Anterior Knee Pain / Knee Popping and Locking

By Jared Ernest, MPT

Anterior Knee Pain

If you think you have anterior knee pain, read this article.

Do you have pain in the front of your knee(s) with running, going up/downstairs, sitting for a prolonged time? Have you ever been diagnosed with Runner’s Knee, Chondromalacia, Patellofemoral Pain Syndrome or IT Band Syndrome?  Does your knee pop or lock in the front of the knee?

The IT band can get tight and cause anterior knee pain.

Illustration of the Iliotibial Band.

All of these symptoms can produce anterior (front of the knee) knee pain. Often times the pain associated with all of these diagnoses is a result of poor tracking of the patella (kneecap). The mal tracking of the patella in the femoral groove is usually related to a few problems:

  • Tight muscles and lateral knee structures.  These structures are the IT Band, hamstring muscles and the patella itself.
  • Weak muscles of the quad and more specifically, the VMO.
  • Poor body mechanics.  Alignment issues with the patella or kneecap itself.


What are the Causes of Anterior Knee Pain?

Tight Musculature

Tight lower extremity musculature can cause compression of the patella into the femoral groove by creating direct pressure (quads) or excessive flexion of the knee (hamstrings & calves). In addition, other tight muscles can cause the patella to pull out of the femoral groove. Therefore, both of these scenarios can cause significant pain, inflammation and possibly arthritis if left untreated resulting in a very painful and debilitating condition.

Exercises for Knee Pain

  • Stretches: Hold for 30 seconds.
  • Hamstrings: lay on your back with uninjured leg out straight. Keep involved leg straight and pull it up and over your head until you feel a stretch in the back of your leg.
  • Iliotibial Bands: lay on your back with uninvolved leg out straight. Place a rope or golf putter around the outside of foot of involved leg. Keep leg straight and pull it across body and up towards opposite shoulder until you feel a stretch along the outside of leg/buttocks area.
iliotibial band ITB stretch with belt

iliotibial band ITB stretch with belt

  • Quadriceps: Lay on stomach with. Place a rope around foot of involved leg. Bend knee and pull foot to buttocks until feel stretch in front of thigh.
  • Calves: Stand with toes and balls of feet on a step and let your heels hang off and down toward floor.  You can also do a calf stretch up against the wall.
Calf Stretching

Calf Stretch can help prevent strains

Tight Lateral Structures

Tight lateral structures of the knee cause the patella to track improperly in the femoral groove. In addition, improperly tracking patella can result in several problems including, but not limited to, baker’s cysts, fat pad inflammation and early arthritis due to wearing down of the articular cartilage of the patella and/or femur. Therefore, patella mobilization can assist to keep these lateral structures loose and the patella tracking normally.  The patella can be assisted with taping techniques as well which are call McConnell Taping.  This technique can assist the patella to stay in the proper position within the knee.  All JOI Rehab clinics provide McConnel Taping as needed.

Patella Mobilizations: Medial Glide and Medial Tilt.

Strengthening: It’s good to keep all the muscles in the lower extremity strong, but the two most important to focus on are listed below:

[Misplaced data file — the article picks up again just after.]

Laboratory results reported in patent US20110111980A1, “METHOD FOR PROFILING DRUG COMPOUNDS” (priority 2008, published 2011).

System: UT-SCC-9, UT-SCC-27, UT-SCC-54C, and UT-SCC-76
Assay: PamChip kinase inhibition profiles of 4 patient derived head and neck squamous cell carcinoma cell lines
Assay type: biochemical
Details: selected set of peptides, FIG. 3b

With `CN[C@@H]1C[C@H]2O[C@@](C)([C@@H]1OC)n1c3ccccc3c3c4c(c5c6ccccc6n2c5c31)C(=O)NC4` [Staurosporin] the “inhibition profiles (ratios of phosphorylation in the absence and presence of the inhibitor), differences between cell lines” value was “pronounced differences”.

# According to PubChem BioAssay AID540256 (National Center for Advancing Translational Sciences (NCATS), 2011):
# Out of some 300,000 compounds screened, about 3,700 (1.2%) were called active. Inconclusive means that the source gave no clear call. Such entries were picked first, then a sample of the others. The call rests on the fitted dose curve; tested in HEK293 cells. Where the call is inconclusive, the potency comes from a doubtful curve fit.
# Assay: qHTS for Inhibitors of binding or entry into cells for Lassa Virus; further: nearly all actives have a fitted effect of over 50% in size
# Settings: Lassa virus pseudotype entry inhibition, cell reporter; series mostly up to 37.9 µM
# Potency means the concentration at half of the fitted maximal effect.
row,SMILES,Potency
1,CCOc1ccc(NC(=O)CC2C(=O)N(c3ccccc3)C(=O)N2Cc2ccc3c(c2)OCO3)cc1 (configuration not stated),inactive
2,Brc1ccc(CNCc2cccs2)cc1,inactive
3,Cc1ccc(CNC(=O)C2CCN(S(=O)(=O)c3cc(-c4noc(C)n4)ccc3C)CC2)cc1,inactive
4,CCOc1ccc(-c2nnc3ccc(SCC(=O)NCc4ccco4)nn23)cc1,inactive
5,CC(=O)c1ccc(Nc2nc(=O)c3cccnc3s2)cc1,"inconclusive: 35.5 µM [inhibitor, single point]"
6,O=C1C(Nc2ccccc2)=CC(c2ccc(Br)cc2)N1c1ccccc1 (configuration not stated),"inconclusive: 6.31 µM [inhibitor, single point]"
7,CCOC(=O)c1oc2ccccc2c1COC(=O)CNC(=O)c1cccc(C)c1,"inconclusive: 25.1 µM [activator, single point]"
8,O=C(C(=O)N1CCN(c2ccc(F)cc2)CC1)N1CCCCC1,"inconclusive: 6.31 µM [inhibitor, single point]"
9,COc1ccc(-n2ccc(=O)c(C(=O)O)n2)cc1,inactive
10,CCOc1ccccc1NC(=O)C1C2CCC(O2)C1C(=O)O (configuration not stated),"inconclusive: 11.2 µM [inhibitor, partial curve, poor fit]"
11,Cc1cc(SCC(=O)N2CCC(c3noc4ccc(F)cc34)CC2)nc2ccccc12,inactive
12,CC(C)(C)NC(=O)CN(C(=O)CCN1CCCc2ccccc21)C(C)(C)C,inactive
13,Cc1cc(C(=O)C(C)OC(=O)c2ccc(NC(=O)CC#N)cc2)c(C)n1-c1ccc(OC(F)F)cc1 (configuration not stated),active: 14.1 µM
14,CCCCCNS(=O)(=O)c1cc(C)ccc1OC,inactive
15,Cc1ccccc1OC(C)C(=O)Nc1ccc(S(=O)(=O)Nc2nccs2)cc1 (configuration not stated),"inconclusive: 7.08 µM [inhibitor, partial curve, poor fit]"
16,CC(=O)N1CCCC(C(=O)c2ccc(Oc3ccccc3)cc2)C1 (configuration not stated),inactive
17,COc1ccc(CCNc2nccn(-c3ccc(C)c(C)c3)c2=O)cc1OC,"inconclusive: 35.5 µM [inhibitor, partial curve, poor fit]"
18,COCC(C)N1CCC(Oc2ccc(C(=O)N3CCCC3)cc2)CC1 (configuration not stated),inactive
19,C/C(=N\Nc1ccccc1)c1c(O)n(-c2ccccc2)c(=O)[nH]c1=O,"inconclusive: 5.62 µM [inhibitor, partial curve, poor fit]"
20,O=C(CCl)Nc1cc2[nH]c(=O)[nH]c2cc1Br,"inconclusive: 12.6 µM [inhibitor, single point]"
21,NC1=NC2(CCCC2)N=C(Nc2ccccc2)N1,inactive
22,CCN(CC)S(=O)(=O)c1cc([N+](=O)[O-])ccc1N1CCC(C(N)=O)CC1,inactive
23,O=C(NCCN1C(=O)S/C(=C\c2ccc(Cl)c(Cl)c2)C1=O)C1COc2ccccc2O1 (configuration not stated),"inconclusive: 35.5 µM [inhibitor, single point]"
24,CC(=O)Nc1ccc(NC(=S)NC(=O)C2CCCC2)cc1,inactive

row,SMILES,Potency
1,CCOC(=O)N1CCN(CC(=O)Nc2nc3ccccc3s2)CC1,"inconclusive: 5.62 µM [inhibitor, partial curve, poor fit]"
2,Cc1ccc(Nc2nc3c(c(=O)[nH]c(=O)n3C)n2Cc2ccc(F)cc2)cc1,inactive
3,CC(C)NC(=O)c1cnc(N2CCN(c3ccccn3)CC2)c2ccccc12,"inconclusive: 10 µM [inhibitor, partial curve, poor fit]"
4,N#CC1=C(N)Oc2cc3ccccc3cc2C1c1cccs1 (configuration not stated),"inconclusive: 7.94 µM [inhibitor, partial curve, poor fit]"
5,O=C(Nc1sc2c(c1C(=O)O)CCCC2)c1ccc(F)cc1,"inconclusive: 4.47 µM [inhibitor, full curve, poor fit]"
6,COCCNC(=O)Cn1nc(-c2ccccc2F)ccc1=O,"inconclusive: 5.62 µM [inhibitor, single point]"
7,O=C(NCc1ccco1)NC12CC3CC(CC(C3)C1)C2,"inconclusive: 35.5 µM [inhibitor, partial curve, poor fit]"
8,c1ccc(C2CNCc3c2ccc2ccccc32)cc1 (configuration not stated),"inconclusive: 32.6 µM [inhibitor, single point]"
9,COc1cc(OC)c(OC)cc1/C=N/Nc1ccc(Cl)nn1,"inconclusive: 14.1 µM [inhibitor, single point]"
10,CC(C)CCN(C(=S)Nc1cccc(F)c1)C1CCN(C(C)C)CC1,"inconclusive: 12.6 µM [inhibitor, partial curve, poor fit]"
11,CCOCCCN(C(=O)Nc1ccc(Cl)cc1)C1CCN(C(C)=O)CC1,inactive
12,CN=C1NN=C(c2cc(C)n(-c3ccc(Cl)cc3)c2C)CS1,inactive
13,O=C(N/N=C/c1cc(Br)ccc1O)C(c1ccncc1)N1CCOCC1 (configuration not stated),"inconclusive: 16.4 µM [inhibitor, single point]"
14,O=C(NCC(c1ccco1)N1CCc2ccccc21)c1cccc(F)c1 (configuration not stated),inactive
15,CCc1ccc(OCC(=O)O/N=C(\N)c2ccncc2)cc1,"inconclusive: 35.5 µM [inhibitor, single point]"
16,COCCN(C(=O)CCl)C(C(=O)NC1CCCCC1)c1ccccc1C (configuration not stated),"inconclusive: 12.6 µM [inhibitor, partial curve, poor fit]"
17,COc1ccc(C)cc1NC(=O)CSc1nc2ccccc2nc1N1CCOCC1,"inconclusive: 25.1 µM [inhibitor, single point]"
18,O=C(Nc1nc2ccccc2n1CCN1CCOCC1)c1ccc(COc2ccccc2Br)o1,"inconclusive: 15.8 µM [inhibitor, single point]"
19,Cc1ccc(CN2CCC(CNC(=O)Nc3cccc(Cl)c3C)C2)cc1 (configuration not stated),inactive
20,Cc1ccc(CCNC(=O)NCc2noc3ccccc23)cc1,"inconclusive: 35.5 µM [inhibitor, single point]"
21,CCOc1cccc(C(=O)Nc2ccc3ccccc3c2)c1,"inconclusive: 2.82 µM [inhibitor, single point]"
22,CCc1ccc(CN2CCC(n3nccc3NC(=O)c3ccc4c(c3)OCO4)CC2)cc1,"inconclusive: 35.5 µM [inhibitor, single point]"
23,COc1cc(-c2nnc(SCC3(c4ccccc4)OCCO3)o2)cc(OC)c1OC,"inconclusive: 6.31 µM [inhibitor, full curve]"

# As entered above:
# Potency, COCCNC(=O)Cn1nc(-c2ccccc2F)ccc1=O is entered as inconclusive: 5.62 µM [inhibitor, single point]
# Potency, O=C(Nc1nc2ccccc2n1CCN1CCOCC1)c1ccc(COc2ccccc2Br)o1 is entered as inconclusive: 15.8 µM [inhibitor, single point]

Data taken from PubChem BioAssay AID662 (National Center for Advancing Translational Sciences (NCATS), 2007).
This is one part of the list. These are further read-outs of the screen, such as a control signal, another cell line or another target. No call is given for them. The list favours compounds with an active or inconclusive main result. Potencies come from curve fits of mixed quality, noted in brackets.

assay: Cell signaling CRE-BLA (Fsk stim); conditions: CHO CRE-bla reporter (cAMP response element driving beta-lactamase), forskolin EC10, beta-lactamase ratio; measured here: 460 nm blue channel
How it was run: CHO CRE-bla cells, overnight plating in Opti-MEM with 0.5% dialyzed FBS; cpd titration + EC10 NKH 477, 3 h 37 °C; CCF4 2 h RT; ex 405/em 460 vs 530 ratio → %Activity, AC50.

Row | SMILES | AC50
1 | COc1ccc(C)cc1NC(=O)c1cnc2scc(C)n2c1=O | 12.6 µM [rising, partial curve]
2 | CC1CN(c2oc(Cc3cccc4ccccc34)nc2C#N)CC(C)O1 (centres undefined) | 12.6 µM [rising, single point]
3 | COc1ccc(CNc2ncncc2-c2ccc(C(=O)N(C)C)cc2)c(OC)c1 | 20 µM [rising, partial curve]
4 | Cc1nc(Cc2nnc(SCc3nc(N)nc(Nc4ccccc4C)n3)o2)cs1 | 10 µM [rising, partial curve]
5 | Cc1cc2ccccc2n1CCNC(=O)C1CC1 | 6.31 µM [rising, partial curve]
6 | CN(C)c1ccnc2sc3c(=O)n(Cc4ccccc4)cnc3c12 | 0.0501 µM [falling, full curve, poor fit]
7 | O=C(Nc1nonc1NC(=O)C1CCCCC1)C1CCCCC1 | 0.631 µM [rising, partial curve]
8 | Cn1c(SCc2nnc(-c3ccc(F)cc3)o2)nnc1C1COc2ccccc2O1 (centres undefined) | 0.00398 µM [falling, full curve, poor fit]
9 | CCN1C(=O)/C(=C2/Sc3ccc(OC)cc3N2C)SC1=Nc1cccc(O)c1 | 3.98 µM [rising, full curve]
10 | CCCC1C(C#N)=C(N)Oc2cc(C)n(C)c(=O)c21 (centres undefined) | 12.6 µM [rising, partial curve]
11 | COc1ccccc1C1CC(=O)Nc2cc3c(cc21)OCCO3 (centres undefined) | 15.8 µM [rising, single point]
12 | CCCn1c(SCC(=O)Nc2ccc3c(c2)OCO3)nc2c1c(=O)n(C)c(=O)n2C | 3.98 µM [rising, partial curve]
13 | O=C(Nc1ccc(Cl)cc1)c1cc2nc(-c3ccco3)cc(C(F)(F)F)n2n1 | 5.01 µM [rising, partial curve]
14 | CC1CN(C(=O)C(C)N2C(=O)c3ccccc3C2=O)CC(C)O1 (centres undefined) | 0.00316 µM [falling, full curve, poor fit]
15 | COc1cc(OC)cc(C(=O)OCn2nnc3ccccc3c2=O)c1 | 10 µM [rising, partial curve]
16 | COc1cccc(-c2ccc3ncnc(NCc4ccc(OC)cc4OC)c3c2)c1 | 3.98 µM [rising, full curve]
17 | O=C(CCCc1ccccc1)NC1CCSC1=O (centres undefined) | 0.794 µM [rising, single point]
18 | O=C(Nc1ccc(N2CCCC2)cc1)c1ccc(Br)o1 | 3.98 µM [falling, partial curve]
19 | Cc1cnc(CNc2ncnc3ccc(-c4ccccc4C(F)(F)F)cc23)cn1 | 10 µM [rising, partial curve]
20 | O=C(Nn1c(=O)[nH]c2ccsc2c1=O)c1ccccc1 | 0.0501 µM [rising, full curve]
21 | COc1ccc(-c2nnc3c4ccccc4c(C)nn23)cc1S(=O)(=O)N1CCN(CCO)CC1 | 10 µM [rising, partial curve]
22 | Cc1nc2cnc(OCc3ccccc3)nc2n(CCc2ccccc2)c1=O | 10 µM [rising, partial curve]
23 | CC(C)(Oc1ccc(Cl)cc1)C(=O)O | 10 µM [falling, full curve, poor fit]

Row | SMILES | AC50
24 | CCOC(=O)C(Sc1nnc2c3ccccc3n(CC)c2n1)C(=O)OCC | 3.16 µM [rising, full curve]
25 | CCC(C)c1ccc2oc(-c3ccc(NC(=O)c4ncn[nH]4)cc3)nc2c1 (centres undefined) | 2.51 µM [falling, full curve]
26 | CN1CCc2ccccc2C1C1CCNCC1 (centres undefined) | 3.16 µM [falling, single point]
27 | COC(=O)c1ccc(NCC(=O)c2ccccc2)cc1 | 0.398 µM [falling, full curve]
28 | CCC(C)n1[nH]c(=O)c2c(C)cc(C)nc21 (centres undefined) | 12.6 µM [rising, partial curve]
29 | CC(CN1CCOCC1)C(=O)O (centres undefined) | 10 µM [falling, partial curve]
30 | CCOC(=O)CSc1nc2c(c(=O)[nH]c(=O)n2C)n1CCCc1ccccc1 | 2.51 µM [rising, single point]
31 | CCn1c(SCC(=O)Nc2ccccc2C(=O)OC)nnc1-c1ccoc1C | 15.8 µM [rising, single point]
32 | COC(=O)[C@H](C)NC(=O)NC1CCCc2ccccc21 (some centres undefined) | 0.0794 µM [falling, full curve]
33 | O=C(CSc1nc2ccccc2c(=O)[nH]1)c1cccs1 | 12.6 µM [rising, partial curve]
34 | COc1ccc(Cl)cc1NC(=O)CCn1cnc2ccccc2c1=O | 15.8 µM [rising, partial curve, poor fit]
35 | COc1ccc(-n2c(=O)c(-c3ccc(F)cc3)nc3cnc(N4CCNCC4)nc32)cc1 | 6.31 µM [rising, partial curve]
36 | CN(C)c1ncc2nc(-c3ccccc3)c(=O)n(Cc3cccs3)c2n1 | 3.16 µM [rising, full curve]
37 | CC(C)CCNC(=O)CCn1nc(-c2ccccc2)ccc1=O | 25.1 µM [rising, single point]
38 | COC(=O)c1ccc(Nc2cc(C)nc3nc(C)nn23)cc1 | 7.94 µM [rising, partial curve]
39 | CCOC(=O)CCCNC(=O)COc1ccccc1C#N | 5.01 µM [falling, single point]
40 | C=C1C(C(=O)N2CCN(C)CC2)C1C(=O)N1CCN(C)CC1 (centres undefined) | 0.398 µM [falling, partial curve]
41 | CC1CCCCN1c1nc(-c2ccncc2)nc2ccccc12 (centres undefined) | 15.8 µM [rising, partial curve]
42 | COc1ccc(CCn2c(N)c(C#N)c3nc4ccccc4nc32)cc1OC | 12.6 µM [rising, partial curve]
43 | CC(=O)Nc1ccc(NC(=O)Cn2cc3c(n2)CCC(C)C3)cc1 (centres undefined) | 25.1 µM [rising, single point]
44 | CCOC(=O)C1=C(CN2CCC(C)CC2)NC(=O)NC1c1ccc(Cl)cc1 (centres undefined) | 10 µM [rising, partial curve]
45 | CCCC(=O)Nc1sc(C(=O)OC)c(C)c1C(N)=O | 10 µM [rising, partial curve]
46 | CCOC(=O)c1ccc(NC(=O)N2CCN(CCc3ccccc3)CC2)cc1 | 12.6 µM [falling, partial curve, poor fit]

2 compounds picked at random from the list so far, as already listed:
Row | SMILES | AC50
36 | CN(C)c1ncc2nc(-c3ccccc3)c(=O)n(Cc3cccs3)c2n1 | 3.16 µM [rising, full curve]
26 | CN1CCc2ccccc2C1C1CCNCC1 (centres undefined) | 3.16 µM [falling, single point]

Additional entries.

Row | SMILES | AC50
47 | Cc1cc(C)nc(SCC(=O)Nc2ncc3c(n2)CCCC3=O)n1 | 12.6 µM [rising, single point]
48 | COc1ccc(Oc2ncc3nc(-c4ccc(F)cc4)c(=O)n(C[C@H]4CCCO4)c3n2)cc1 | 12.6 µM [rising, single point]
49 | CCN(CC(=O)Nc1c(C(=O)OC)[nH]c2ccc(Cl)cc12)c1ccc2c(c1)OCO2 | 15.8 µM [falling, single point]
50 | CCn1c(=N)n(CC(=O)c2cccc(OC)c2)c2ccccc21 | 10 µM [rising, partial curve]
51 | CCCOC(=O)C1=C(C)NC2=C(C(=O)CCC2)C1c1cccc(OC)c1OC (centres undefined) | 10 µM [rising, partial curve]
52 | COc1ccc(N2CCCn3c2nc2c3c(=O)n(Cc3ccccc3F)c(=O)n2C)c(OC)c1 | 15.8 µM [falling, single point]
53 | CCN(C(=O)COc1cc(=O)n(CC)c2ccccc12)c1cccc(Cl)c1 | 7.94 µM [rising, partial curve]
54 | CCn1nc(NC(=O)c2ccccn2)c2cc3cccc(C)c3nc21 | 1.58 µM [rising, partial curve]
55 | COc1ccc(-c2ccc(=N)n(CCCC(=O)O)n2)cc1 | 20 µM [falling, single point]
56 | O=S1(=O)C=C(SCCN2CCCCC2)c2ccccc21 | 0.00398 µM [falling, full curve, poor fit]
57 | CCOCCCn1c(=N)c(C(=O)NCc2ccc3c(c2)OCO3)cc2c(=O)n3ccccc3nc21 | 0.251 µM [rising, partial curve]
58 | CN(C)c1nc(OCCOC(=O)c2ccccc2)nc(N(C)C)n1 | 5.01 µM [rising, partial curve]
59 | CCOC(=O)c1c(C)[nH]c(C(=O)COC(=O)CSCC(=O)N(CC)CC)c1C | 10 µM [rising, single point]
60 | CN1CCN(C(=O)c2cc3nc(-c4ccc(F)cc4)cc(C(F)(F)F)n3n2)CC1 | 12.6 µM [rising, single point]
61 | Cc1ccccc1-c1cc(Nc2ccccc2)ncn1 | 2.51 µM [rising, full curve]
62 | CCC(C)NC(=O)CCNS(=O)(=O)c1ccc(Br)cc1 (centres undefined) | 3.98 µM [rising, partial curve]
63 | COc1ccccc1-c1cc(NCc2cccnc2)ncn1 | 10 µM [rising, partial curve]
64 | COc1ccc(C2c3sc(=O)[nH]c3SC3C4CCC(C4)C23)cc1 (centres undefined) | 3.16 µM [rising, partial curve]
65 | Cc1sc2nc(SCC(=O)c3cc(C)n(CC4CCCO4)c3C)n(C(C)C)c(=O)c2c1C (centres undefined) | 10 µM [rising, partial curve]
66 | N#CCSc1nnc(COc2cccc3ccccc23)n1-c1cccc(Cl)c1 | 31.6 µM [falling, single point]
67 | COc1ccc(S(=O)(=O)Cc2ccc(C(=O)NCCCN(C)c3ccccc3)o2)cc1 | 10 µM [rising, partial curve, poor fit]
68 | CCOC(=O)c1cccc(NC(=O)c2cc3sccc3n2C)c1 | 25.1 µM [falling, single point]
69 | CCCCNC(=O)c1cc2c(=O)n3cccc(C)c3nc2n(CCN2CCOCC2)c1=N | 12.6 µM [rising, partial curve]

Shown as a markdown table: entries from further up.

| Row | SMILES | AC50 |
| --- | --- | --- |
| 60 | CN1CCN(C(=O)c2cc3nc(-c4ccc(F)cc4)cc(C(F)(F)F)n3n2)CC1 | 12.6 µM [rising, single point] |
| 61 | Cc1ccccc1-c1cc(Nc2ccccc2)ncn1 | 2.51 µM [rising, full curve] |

Exercises For Quadriceps 

VMO-Vastus Medialis Obliques: keeps the patella tracking properly by pulling it medially into the femoral groove.

  • Quad sets: With both legs straight contract thigh muscles. Hold for 5 seconds and repeat 20x.
  • Straight Leg Raise:  Do a quad set while laying on your back and lift your leg up off the table about 6 inches.  You can add weight to this exercise around your ankle.
Quad Sets

Quad Sets

  • Mini Squats: With feet shoulder width apart and toes straight forward bend hips and knees as if sitting in chair. Make sure knees align with middle of foot and stay behind toes. Perform 30-50 reps.

Buttocks or Gluteal Muscles 

PGM-Posterior Gluteus Medius: maintains proper hip/knee mechanics when climbing/descending stairs, bending, and standing.

  • Gluteus sets: While standing and feet straight forward and planted, rotate knees out and squeeze buttocks together. Hold for 30 seconds and repeat 6x.
  • Gluteus sets: Side lying straight leg raises- lay on uninvolved leg with leg slightly bent. With involved leg straight and thigh muscles contracted, extend leg behind body, rotate hips so toes point to the ceiling and lift leg up toward the ceiling. Don’t allow your body to roll backwards as you lift your leg. Perform 30-50 reps.

Alignment of the Patella

Mechanics within the knee play an important role in avoiding and eliminating anterior knee pain. Many times, people don’t realize how poor their mechanics are when they stand, bend, climb stairs, etc. Improper mechanics can cause compression of the patella in the femur and/or medial and lateral knee structures. Improper mechanics can cause compression of the patella in the femur and/or:

  • Alignment of hip knee-ankle:
    • Keep knees aligned with middle of foot when standing, bending and climbing or descending stairs.
  • Keep knees behind toes when bending foot:
    • Hyper-pronation (flat feet) can lead to a valgus knee causing mal tracking of patella and/or compressive forces on medial/lateral knee structures. An evaluation may be needed to assess this condition. Correction can be attained with foot orthotics.

Related Articles:

Treating Shoulder Injuries: Effective Methods

ACL Injuries: Causes, Symptoms, and Treatments

Articular Cartilage Damage in the Knee

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By: Jared Ernest, MPT

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